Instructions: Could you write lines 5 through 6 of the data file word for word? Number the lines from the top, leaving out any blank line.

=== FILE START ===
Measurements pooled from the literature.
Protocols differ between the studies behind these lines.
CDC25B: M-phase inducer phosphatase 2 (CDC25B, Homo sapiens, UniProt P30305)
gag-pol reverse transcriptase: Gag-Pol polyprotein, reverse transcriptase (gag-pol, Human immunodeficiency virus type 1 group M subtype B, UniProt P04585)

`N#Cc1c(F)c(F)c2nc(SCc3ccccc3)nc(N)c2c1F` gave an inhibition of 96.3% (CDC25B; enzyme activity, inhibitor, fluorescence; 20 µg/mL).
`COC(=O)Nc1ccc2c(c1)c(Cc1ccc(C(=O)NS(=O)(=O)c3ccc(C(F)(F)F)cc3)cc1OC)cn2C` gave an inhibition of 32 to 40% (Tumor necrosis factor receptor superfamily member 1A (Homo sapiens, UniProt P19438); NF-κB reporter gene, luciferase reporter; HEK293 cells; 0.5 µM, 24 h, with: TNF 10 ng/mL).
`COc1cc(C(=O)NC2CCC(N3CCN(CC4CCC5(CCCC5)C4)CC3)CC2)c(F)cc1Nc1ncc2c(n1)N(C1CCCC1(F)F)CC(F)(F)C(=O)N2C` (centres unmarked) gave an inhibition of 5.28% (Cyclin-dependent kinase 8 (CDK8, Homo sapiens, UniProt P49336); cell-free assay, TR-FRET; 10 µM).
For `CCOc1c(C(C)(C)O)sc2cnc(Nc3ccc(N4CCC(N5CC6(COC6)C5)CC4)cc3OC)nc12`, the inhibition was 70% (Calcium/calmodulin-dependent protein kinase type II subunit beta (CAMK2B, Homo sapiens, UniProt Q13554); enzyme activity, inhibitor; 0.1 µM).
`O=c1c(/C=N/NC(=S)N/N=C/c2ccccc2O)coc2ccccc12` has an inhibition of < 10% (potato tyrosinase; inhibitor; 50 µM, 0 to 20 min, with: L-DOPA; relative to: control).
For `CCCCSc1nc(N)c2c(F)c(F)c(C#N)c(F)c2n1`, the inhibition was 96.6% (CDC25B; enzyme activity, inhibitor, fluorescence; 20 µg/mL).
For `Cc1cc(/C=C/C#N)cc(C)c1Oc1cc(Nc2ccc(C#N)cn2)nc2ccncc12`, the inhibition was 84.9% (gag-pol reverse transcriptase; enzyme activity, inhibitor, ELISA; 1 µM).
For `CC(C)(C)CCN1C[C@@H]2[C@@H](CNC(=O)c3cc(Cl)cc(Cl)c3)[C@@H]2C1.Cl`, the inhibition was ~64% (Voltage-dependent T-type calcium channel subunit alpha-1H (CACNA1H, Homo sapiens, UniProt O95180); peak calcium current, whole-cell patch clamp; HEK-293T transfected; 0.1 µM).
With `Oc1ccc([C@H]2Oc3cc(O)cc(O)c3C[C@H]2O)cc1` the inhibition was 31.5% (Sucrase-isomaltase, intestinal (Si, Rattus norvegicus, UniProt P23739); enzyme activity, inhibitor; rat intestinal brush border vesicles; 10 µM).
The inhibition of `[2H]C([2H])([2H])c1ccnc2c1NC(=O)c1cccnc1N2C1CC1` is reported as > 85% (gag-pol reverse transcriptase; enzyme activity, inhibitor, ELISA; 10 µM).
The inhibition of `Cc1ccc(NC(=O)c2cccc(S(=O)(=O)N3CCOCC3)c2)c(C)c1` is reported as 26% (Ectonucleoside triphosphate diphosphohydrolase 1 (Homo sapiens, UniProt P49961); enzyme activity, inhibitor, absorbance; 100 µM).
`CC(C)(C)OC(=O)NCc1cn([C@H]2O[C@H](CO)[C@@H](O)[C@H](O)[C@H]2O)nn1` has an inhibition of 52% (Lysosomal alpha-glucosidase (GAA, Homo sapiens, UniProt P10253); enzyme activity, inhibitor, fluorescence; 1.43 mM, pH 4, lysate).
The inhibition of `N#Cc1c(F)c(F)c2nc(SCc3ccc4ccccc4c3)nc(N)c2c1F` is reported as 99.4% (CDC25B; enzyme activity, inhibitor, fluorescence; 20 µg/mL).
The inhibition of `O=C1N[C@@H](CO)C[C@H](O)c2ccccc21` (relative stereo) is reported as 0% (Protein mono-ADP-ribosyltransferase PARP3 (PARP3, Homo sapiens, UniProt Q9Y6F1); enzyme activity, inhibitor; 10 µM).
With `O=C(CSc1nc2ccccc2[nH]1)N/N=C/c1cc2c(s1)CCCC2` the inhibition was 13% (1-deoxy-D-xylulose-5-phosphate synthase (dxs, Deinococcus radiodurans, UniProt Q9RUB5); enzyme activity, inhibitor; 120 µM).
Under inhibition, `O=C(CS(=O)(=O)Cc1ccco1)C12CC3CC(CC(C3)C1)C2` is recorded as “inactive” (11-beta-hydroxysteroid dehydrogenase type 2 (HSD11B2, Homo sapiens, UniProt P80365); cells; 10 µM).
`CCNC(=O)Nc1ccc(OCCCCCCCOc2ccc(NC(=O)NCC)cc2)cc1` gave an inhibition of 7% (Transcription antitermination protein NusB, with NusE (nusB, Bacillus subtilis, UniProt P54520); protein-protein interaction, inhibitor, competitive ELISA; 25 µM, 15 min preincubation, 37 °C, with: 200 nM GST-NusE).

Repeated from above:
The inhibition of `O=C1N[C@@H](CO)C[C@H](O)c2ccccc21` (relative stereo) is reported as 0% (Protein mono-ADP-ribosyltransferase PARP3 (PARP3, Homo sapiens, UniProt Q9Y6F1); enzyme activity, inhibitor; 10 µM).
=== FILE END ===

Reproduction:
`N#Cc1c(F)c(F)c2nc(SCc3ccccc3)nc(N)c2c1F` gave an inhibition of 96.3% (CDC25B; enzyme activity, inhibitor, fluorescence; 20 µg/mL).
`COC(=O)Nc1ccc2c(c1)c(Cc1ccc(C(=O)NS(=O)(=O)c3ccc(C(F)(F)F)cc3)cc1OC)cn2C` gave an inhibition of 32 to 40% (Tumor necrosis factor receptor superfamily member 1A (Homo sapiens, UniProt P19438); NF-κB reporter gene, luciferase reporter; HEK293 cells; 0.5 µM, 24 h, with: TNF 10 ng/mL).